Howard Eskin is Setting the Record Straight

So the other day, Spike Eskin started his new gig at WFAN in New York. He’s replacing the legendary Mark Chernoff, who spent nearly three decades running the show up there.

In an appearance on the Boomer and Gio morning show, Spike referred to WFAN as “the Mecca” and said “this is where sports radio was born.”

That line bothered his father, Howard “The King” Eskin, who took to Twitter to set the record straight about where and when sports talk radio actually began:

First of all, I love how Howard tried to tag Twitter accounts in the notes app. Howard vs. technology will continue to be one of the best rivalries in Philadelphia sporting history. Right up there with Cowboys/Eagles and Flyers/Penguins.

Second, Spike basically poo-poo’d Howard’s full time/part time thing, saying the following in response:

“WFAN was the first full time sports talk station big guy. I appreciate the notes app statement though.”

As you know, the current iteration of WIP broadcasts on 94.1 FM in our area. Prior to the 2011 WYSP format flip, WIP existed on 610 WTEL, and it was a music station up until the 1980s, when programmers began to dabble with some talk shows as well. Larry King’s syndicated radio show aired on 610, and there was a time when it was music during the day and talk shows at night. A split format.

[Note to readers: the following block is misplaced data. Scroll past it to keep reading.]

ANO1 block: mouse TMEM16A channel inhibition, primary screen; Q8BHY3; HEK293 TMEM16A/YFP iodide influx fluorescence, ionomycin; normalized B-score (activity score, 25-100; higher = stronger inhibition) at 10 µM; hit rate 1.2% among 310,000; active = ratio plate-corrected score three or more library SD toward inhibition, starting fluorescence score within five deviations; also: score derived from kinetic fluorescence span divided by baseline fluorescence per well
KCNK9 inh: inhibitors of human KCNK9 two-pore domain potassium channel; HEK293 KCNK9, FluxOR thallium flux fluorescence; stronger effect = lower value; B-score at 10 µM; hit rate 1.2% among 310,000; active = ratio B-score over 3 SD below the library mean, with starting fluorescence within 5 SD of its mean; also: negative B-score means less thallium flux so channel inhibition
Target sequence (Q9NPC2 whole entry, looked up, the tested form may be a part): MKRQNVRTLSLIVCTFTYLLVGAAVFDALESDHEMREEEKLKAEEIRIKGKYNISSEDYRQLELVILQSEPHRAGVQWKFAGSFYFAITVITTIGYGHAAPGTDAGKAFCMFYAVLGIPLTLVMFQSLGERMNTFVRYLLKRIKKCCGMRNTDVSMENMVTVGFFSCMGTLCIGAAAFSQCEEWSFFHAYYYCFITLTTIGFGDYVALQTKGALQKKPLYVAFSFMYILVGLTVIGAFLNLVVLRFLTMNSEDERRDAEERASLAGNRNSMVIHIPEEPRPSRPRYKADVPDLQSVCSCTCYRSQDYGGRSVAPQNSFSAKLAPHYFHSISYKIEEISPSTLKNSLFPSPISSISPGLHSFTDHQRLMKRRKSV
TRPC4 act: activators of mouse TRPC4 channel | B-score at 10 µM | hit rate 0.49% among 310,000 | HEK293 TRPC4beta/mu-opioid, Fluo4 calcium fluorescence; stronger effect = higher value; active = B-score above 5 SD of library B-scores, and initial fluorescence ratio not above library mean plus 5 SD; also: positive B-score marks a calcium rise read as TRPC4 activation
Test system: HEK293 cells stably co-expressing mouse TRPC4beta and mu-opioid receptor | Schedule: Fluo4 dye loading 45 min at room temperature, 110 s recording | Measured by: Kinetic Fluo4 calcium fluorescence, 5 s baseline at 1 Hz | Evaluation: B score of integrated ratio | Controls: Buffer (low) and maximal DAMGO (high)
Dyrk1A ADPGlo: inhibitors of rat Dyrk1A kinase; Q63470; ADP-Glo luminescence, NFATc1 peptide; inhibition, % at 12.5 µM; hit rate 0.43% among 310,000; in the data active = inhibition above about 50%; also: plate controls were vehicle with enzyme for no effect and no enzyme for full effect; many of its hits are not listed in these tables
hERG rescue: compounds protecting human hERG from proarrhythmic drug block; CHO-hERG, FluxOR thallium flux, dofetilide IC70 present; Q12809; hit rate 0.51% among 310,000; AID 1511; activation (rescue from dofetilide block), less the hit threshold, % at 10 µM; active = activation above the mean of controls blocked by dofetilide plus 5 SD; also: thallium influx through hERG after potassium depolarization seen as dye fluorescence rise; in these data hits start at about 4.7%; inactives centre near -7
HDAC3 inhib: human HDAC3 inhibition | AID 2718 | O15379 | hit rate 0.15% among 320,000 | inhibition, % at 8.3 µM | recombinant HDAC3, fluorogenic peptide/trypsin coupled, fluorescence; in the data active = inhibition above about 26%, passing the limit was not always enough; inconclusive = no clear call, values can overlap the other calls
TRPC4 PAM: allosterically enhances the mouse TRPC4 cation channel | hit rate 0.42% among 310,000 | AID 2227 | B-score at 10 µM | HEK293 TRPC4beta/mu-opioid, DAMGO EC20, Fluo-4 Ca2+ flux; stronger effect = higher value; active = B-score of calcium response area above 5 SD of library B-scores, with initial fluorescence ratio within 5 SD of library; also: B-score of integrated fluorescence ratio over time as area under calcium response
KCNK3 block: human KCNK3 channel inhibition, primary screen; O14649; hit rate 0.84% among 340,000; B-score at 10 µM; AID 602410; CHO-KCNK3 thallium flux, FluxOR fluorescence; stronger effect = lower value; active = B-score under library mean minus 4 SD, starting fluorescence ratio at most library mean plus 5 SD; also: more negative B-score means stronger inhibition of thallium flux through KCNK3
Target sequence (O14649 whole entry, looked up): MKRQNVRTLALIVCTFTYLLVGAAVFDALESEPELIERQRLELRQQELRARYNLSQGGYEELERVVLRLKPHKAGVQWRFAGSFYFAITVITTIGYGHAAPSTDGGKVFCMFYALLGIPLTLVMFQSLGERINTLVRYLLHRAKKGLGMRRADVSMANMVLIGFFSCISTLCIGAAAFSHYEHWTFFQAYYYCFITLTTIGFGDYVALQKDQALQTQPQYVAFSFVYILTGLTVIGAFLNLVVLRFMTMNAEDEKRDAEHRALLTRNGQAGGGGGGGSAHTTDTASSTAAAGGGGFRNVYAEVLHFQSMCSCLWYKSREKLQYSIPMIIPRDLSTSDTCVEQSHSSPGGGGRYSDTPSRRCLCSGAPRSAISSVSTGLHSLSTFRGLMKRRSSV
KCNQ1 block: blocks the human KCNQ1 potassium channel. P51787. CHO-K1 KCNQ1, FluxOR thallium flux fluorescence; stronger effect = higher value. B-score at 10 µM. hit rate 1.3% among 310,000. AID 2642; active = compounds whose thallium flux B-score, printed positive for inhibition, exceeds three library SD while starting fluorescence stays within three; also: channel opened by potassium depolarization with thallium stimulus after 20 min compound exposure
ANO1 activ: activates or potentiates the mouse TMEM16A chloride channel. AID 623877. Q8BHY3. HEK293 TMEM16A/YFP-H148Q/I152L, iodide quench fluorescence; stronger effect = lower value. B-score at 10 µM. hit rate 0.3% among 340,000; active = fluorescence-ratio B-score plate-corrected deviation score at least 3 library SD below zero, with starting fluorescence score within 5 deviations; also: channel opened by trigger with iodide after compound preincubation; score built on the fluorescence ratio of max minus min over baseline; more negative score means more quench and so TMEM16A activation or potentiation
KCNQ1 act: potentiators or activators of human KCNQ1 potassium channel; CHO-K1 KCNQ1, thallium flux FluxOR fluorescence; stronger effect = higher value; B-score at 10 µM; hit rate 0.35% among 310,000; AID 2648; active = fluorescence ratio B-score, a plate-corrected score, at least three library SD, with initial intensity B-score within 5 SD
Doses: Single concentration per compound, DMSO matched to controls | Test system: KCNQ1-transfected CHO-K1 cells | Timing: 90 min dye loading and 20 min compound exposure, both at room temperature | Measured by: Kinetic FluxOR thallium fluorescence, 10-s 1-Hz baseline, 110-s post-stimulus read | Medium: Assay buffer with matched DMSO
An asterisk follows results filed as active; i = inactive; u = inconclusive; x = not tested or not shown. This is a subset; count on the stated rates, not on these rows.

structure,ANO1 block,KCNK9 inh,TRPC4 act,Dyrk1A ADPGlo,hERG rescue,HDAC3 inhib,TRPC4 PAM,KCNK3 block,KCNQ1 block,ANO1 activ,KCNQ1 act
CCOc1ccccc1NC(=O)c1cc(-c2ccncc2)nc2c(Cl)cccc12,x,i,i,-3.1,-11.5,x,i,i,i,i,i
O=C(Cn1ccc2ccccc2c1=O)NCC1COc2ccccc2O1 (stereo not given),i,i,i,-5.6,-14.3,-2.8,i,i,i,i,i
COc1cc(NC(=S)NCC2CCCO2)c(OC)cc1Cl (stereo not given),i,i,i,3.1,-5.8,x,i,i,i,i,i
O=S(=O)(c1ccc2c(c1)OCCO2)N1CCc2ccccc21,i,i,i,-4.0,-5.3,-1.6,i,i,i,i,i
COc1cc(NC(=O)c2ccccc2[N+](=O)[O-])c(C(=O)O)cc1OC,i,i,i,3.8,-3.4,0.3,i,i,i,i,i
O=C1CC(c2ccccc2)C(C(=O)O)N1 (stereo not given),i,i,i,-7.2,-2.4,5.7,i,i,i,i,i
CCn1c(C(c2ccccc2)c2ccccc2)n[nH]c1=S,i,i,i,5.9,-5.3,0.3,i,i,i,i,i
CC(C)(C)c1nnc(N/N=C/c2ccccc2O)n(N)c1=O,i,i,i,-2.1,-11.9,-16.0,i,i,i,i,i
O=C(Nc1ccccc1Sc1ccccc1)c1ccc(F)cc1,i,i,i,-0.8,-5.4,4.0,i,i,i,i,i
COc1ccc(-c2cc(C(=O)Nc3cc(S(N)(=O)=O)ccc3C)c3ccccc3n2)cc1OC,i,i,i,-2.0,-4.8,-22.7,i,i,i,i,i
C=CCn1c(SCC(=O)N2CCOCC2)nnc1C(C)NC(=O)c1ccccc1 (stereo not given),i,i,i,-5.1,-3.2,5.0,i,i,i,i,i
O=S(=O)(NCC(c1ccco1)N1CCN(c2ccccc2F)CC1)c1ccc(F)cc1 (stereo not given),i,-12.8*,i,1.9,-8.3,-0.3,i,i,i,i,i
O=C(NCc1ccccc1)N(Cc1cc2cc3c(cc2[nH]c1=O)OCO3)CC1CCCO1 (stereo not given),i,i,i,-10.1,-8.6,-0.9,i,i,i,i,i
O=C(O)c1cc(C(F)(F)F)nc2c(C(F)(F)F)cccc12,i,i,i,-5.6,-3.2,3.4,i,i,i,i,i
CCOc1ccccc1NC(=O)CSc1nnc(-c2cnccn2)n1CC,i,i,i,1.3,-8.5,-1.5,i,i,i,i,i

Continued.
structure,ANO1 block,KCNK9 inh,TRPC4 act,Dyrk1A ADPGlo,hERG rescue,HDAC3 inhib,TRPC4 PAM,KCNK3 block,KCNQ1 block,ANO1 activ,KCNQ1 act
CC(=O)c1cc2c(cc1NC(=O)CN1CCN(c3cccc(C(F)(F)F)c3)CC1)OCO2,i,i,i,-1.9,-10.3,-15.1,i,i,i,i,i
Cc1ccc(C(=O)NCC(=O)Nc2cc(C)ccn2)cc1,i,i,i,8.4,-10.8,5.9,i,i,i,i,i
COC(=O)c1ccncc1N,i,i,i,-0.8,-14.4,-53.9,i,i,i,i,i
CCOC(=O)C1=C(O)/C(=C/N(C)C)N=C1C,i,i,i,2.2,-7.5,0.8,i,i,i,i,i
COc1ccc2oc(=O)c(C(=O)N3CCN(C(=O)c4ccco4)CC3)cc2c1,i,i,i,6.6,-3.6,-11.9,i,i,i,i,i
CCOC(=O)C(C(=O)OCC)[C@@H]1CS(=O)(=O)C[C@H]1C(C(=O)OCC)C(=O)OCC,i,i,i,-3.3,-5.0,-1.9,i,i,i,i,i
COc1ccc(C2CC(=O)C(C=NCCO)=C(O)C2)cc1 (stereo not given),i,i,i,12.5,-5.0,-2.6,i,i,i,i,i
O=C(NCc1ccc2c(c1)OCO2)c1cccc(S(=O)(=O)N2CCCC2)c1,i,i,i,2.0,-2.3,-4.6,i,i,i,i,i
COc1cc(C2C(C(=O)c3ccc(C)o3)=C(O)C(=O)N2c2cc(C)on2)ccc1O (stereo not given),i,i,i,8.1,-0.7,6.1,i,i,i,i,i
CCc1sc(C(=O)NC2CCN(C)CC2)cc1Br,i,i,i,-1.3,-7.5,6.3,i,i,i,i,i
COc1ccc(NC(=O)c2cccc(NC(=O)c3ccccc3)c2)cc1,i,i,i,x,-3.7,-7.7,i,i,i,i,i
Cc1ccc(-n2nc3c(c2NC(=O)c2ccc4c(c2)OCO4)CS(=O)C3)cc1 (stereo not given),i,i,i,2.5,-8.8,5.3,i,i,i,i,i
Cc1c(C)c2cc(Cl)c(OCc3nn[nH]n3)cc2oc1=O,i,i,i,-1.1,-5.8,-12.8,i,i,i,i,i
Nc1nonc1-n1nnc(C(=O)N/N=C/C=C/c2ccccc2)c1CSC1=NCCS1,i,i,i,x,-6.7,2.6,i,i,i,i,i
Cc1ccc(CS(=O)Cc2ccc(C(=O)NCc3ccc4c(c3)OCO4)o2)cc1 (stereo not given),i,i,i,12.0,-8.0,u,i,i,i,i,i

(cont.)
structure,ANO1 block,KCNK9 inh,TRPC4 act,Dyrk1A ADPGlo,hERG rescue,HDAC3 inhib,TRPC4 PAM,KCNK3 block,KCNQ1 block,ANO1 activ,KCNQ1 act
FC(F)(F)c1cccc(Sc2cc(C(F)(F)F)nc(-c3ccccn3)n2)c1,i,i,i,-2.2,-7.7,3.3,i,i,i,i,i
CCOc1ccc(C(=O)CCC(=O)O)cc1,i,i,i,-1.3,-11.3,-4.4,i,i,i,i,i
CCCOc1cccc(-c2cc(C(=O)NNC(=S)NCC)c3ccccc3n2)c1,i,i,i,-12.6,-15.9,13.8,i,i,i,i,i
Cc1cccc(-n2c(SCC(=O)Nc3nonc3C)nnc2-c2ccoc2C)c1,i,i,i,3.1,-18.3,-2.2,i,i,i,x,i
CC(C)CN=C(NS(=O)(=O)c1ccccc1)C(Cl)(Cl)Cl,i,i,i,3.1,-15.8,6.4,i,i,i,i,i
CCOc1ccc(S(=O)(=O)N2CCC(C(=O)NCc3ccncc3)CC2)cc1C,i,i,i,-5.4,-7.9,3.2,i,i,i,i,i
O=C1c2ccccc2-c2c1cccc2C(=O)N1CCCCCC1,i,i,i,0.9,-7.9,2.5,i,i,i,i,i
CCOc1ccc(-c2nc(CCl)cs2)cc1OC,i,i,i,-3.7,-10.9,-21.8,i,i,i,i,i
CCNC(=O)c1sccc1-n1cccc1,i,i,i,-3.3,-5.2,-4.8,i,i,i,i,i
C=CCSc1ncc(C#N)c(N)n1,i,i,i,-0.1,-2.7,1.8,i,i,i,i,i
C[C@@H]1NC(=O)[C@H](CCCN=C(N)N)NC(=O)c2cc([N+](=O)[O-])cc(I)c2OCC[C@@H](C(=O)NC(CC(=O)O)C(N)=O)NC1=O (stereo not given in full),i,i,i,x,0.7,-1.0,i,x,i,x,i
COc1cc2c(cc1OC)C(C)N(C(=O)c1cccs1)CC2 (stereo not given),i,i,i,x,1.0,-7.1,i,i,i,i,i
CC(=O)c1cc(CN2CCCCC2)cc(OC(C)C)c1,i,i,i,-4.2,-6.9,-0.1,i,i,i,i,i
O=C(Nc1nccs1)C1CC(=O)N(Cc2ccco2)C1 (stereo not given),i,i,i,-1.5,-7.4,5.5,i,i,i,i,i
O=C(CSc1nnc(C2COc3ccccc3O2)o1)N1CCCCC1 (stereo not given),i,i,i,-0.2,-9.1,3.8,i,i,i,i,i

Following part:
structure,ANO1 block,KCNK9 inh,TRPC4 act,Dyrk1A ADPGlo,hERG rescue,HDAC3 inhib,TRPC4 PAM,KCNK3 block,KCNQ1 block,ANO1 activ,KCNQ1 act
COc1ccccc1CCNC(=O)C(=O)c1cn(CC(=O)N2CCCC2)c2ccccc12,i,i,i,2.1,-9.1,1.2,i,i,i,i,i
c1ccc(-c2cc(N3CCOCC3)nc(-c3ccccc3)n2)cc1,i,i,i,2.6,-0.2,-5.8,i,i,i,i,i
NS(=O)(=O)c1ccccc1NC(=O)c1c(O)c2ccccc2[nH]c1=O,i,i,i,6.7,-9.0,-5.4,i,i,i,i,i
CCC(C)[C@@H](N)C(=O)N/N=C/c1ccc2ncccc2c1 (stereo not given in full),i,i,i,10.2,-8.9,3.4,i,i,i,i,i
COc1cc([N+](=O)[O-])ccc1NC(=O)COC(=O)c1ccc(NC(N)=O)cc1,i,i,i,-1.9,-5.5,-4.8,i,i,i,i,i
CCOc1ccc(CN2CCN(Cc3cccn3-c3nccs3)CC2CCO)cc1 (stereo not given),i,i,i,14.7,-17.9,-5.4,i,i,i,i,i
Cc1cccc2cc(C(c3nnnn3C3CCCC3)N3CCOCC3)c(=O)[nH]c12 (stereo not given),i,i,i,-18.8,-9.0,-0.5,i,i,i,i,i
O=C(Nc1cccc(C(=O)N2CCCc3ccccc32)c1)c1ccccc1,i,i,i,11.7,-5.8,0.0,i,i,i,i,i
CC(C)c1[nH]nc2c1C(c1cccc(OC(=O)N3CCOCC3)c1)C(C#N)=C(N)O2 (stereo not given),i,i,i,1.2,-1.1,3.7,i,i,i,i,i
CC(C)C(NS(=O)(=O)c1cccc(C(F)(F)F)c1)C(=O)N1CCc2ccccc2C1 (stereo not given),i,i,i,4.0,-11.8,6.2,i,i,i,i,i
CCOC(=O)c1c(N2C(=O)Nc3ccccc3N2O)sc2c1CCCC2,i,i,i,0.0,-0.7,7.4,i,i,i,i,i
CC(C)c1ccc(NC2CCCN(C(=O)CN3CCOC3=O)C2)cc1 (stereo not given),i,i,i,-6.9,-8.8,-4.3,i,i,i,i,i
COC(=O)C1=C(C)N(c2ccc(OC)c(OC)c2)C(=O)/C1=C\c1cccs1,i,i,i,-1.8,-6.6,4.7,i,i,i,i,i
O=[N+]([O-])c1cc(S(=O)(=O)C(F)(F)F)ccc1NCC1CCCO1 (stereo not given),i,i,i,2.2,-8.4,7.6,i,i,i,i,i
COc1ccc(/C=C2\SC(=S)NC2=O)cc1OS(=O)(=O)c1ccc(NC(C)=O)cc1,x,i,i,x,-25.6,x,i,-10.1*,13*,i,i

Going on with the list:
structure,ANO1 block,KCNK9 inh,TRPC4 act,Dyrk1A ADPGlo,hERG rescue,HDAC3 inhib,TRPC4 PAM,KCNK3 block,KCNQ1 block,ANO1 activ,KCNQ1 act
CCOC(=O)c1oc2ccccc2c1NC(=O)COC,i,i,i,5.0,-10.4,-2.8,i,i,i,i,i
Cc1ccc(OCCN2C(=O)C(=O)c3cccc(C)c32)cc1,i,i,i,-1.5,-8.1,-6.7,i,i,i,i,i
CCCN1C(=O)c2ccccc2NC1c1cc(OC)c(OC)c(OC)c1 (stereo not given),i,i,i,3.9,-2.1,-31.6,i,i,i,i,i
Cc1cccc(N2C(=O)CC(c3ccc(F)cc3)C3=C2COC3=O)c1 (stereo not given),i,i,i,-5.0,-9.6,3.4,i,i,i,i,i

Howard is correct when he says that WIP added sports in the summer of 1986, which was when Judas Priest was touring the United States in support of the Turbo album. Love that album. So many good songs. But anyway, sports on WIP was indeed a part-time thing until 1988, when the full format switch was complete and Angelo Cataldi joined Tom Brookshier for the launch of “Brookie and the Rookie.”

WFAN made their all-sports conversion in 1987, about a year before WIP, according to Radio Ink, which wrote this anniversary story back in 2007:

Sports Radio 66 WFAN New York is celebrating its 20th anniversary. The never-before-tried All Sports format debuted on July 1, 1987 at what was Country-formatted WHN at 1050 AM. In 1988 The Fan moved down the dial to 660 AM at what was the Peacock Network’s WNBC, which provided the station a huge morning show hosted by the recently-retired Don Imus.

July 1, 1987: WFAN signs on at 3:00 PM at 1050 AM. Suzyn Waldman is the first voice heard on the station and also serves as WFAN’s Yankee’s beat reporter. Some of WFAN’s original hosts were Greg Gumbel, Jim Lampley, Art Shamsky, Howie Rose, and Steve Somers. Pete Franklin was hired for afternoon drive but had a heart attack just before joining the station. He did not do his first show until Fall 1987. The format change does not effect the station’s previous agreement to serve as the flagship station for New York Mets baseball – a tradition which continues to be broadcast on the station till this day.

What we have here is a dispute over a technicality. WIP did indeed do sports talk before WFAN, and Howard got his start about one year before the New York guys, but it was only a part-time gig. So… does that mean WIP was first? Or does it have to be full-time to count? You can come to your own conclusion.

At Crossing Broad, we report, you decide.

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